People who snore are more likely to get cancer, study finds



Snoring can be uncomfortable for the person snoring and a nuisance for those who have to share the same sleeping space.

Apart from those disturbing noises, here is another major reason why you should fix your snoring. A new research has found that people who snore may have an increased risk of getting cancer.

Snoring is caused due to obstruction of people’s airways when they sleep. This does not allow them to breathe properly while asleep. This is a sleep disorder, called obstructive sleep apnea (OSA).

The Swedish experts of the study said snoring may have something to do with the lack of oxygen snorers get during the night.

About the study

The researchers looked at data from 62,811 patients in Sweden, five years before they started treatment for the disorder. Factors such as body size, other health problems and socioeconomic status of the participants were also taken into account.

Researchers sorted patients into two groups. One cohort was 2,093 patients that had the sleep disorder and were diagnosed with cancer before there was an OSA diagnosis. The other group had this sleep disorder but no cancer.

The study measured the number of breathing disturbances patients experienced when sleeping and scored them on the apnea hypopnea index (AHI). They also looked at the oxygen desaturation index (ODI) – which measures how many times oxygen levels in the blood fell by 3% for at least 10 seconds every hour.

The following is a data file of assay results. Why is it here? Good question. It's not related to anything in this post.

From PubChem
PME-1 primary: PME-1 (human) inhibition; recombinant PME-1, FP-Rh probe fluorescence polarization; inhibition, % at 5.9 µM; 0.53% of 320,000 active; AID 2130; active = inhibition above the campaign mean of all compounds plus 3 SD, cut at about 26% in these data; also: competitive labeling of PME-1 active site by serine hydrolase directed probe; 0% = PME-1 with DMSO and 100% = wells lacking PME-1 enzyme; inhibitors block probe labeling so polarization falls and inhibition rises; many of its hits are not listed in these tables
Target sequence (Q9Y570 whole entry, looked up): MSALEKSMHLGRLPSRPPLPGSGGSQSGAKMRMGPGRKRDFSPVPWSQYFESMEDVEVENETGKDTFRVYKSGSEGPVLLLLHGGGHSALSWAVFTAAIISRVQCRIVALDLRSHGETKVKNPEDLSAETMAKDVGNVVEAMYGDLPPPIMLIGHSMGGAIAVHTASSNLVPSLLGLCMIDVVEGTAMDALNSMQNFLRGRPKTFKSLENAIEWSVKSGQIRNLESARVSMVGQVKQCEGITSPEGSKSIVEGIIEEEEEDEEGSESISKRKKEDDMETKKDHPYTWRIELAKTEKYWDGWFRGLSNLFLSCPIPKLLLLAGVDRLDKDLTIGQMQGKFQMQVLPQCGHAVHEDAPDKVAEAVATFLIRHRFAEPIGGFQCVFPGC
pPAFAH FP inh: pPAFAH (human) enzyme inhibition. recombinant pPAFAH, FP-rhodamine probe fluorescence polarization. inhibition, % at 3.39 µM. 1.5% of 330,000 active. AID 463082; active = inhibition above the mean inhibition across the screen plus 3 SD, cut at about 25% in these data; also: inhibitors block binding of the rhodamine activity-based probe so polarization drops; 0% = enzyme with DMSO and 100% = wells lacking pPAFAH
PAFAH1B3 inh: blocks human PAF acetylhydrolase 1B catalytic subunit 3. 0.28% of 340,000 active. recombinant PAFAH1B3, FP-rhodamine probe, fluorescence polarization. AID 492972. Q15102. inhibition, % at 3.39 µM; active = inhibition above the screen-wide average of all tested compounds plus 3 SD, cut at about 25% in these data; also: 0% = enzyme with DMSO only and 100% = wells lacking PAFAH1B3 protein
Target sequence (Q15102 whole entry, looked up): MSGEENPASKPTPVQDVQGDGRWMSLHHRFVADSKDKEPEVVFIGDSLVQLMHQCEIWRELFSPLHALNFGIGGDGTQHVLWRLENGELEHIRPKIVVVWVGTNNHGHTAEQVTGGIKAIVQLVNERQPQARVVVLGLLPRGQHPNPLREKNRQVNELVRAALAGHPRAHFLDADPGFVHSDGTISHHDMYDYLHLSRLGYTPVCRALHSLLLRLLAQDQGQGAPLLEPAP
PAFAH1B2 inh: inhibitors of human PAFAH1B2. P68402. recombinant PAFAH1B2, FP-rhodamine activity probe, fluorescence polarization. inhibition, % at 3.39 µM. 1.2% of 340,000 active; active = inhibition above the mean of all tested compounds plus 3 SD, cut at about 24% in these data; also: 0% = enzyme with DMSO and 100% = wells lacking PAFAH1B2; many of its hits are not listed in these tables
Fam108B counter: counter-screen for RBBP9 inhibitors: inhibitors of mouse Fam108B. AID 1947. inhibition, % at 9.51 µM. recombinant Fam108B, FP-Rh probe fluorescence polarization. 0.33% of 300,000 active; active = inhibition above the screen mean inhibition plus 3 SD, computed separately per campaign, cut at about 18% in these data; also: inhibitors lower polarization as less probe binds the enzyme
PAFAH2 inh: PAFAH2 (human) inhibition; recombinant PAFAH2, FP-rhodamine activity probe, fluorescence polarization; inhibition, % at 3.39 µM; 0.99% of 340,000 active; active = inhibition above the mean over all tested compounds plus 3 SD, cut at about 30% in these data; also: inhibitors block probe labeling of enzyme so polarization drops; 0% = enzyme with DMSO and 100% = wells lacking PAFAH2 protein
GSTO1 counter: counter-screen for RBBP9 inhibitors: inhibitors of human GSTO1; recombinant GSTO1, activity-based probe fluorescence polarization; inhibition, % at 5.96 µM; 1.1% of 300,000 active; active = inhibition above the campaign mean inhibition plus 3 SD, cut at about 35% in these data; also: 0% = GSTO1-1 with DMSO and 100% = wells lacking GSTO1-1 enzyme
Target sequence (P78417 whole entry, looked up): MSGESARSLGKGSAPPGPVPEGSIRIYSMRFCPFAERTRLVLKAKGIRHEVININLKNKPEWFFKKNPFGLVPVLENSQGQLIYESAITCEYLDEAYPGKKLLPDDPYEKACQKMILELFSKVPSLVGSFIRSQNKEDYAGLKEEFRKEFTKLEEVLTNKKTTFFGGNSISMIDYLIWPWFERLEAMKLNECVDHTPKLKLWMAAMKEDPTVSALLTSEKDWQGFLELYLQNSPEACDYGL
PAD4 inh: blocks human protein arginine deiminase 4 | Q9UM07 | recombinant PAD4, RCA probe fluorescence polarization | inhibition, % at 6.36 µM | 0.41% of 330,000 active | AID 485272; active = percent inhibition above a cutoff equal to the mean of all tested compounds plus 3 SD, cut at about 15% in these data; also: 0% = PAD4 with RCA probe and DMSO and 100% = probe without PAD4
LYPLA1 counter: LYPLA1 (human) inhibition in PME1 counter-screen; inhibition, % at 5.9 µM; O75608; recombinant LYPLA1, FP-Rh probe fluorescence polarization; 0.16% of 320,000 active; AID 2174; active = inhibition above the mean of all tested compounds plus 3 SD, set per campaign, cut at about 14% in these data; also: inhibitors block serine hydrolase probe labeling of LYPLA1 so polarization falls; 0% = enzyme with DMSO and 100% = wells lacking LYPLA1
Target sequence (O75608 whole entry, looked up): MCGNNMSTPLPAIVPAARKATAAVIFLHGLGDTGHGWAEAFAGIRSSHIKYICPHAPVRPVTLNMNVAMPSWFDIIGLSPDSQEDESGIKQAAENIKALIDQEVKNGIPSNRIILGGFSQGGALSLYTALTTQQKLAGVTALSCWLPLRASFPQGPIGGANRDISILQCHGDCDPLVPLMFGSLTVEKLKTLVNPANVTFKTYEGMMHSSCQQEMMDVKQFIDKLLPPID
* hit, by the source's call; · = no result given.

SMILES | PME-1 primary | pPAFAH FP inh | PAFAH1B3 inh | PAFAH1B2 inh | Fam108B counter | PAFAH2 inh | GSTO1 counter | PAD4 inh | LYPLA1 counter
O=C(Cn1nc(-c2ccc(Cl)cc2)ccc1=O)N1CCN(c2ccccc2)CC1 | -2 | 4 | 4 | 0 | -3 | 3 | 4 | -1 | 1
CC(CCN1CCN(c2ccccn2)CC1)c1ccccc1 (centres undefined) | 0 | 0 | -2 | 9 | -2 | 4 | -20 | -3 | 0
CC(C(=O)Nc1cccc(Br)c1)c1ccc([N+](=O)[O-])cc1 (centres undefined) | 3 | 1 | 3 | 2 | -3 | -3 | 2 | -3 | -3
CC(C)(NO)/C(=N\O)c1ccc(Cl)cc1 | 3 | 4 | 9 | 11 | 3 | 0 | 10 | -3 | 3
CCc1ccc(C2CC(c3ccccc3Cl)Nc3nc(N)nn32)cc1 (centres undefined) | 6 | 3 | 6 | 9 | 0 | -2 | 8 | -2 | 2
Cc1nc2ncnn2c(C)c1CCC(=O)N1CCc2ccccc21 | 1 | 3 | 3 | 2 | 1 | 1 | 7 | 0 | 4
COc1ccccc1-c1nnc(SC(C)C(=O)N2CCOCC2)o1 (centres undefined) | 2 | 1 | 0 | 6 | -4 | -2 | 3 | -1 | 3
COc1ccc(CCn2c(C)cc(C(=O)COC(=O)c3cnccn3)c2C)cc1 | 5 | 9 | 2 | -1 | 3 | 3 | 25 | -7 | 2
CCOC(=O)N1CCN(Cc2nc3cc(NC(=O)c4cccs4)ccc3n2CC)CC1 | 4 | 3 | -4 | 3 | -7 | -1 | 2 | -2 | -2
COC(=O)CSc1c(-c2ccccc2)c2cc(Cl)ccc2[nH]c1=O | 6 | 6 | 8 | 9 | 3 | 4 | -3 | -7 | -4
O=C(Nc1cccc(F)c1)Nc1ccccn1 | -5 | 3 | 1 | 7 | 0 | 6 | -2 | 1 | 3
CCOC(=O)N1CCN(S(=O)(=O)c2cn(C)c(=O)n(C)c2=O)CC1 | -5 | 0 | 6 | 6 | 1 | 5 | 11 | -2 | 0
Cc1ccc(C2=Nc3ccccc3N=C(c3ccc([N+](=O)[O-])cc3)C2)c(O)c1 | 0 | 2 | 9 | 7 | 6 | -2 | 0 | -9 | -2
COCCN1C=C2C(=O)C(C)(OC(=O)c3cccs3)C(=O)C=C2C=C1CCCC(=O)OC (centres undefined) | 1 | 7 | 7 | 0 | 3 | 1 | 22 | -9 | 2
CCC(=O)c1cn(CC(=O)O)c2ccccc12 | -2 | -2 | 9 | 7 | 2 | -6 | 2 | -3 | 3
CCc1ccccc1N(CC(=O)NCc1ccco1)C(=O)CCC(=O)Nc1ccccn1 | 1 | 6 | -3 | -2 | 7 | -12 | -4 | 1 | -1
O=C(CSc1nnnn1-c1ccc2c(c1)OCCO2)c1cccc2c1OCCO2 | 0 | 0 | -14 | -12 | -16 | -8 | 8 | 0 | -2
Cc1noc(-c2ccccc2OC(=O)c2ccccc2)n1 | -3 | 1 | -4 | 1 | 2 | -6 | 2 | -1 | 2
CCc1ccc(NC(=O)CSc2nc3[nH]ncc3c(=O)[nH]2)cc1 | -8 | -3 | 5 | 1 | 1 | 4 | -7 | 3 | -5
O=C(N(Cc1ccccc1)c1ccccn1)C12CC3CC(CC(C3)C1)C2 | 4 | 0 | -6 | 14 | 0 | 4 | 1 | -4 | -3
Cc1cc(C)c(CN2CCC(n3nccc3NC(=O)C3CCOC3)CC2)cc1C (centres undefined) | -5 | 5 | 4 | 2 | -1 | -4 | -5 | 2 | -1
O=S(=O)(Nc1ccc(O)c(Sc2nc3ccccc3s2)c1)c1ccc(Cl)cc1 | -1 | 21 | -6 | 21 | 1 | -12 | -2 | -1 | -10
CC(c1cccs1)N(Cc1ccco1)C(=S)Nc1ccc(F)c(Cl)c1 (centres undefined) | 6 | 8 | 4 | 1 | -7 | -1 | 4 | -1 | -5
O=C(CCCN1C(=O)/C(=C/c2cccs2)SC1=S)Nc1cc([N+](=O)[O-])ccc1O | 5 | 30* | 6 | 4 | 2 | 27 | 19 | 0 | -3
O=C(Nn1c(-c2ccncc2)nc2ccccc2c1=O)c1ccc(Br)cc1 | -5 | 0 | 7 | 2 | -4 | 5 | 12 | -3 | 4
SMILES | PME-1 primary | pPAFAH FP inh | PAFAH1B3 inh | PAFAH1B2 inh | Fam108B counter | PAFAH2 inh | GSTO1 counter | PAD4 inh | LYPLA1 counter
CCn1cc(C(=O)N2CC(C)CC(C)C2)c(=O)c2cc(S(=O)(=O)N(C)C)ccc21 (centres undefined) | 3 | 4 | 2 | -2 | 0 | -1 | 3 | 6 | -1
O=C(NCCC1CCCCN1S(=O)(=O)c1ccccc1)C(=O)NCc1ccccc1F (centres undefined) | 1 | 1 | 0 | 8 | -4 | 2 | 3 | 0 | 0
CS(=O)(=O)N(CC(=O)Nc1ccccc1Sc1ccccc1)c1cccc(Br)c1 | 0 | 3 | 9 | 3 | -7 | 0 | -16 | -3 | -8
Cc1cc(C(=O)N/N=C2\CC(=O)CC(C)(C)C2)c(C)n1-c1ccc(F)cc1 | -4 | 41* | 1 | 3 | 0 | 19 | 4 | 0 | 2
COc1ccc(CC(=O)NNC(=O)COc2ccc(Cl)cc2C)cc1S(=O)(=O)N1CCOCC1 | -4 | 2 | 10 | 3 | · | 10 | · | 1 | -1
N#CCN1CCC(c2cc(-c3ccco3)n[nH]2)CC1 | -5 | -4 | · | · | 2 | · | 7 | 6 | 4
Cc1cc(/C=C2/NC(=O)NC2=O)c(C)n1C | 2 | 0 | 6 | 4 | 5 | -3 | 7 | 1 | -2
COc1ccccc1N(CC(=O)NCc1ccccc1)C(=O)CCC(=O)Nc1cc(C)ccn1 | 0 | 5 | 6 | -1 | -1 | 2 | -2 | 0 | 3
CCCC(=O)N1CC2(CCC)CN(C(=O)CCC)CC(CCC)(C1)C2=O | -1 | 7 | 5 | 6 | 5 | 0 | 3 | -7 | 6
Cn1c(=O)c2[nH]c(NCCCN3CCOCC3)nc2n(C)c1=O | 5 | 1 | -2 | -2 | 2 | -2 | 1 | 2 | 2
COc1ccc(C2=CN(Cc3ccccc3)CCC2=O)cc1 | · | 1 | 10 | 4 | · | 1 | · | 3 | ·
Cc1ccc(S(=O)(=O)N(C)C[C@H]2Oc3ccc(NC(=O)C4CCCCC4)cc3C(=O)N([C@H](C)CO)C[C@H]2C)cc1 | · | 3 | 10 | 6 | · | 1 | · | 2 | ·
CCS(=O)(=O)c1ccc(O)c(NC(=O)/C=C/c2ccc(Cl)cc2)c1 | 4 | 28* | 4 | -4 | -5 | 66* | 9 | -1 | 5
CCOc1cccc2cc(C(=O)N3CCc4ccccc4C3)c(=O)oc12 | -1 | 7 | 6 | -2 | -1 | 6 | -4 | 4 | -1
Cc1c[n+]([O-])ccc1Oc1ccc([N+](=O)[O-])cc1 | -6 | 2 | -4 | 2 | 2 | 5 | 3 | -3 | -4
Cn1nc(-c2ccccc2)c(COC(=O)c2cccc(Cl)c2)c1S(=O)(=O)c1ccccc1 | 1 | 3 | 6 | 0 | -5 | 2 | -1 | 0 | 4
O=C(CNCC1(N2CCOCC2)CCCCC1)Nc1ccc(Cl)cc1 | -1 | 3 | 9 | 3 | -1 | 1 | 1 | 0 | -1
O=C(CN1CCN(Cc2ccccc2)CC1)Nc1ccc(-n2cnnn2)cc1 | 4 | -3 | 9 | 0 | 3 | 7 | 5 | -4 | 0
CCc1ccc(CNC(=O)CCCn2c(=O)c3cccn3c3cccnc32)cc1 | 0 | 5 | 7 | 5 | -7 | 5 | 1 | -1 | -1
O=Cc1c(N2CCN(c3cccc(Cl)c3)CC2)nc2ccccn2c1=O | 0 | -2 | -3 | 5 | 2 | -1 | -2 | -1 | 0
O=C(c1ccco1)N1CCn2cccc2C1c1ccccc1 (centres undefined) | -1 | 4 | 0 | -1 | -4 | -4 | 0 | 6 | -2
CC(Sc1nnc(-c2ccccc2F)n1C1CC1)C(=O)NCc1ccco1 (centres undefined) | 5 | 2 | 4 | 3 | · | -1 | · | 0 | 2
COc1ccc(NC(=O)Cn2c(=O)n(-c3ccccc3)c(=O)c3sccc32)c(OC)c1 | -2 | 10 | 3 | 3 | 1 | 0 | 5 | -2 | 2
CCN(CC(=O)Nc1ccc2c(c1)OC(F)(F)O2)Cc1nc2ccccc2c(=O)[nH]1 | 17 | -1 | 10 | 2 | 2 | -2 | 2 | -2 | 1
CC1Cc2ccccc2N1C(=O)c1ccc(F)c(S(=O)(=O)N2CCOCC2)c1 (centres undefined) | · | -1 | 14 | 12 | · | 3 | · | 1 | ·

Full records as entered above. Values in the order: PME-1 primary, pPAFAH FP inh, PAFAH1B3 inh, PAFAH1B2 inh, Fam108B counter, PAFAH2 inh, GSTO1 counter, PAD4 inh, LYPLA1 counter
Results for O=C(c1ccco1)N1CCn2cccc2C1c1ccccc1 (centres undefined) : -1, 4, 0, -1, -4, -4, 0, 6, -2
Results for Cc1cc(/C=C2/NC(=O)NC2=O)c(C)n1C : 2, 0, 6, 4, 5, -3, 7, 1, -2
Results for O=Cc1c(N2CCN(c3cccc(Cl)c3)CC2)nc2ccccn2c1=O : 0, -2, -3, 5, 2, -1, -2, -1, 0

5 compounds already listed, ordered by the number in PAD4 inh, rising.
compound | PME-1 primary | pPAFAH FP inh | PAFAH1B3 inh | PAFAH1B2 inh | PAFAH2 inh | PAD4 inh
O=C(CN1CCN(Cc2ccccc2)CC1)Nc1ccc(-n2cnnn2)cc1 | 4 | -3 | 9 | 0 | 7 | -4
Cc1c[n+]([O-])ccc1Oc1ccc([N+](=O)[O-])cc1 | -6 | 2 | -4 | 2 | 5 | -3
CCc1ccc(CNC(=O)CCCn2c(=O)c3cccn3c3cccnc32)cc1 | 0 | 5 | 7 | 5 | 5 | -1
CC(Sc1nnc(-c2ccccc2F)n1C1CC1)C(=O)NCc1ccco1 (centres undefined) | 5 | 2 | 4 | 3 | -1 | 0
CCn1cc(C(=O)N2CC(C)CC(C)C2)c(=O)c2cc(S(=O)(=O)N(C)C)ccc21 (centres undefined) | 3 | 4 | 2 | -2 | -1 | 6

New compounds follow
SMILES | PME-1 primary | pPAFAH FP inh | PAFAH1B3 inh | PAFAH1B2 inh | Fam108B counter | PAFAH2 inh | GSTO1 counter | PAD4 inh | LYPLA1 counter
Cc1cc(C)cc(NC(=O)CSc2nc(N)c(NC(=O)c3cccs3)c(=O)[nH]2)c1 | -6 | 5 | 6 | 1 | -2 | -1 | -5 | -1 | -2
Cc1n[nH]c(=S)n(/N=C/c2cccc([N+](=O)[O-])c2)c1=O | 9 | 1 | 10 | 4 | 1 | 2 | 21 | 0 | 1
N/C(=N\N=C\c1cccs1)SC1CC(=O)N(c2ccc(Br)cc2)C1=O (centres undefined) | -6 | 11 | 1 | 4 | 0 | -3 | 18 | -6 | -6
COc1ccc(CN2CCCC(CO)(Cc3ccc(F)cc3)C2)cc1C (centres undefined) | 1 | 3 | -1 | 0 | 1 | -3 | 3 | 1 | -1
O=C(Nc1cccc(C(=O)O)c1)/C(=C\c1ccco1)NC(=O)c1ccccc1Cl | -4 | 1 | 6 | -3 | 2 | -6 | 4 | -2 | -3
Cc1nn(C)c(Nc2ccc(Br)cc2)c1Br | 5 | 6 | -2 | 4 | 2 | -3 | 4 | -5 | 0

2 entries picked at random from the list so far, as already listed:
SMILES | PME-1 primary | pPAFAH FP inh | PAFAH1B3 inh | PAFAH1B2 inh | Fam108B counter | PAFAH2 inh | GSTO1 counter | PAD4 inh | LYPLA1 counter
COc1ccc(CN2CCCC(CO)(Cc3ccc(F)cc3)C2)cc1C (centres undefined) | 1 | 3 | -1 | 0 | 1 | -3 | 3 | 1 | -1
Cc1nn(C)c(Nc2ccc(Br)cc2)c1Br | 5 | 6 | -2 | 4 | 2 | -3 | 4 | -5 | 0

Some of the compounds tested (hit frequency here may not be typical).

The researchers found that people suffering from a severe case of the sleep disorder were at greater risk of developing blood clots in their veins, which is a potentially life-threatening condition.

Does OSA cause cancer?

Dr. Andreas Palm, a researcher and senior consultant at Uppsala University, Sweden, said “Our findings show that oxygen deprivation due to OSA is independently associated with cancer.” This means that the two are linked but that does not mean cancer is caused due to OSA. They also found that people who are overweight or obese, have diabetes, smoke or consume large amounts of alcohol are most at risk.

The study results showed that patients with cancer generally had more interruptions during their sleep and more severe OSA.

“The association between OSA and cancer is less well established than the link with diseases of the heart and blood vessels, insulin resistance, diabetes and fatty liver disease. Therefore, more research is needed, and we hope our study will encourage other researchers to research this important topic,” Dr. Palm said.

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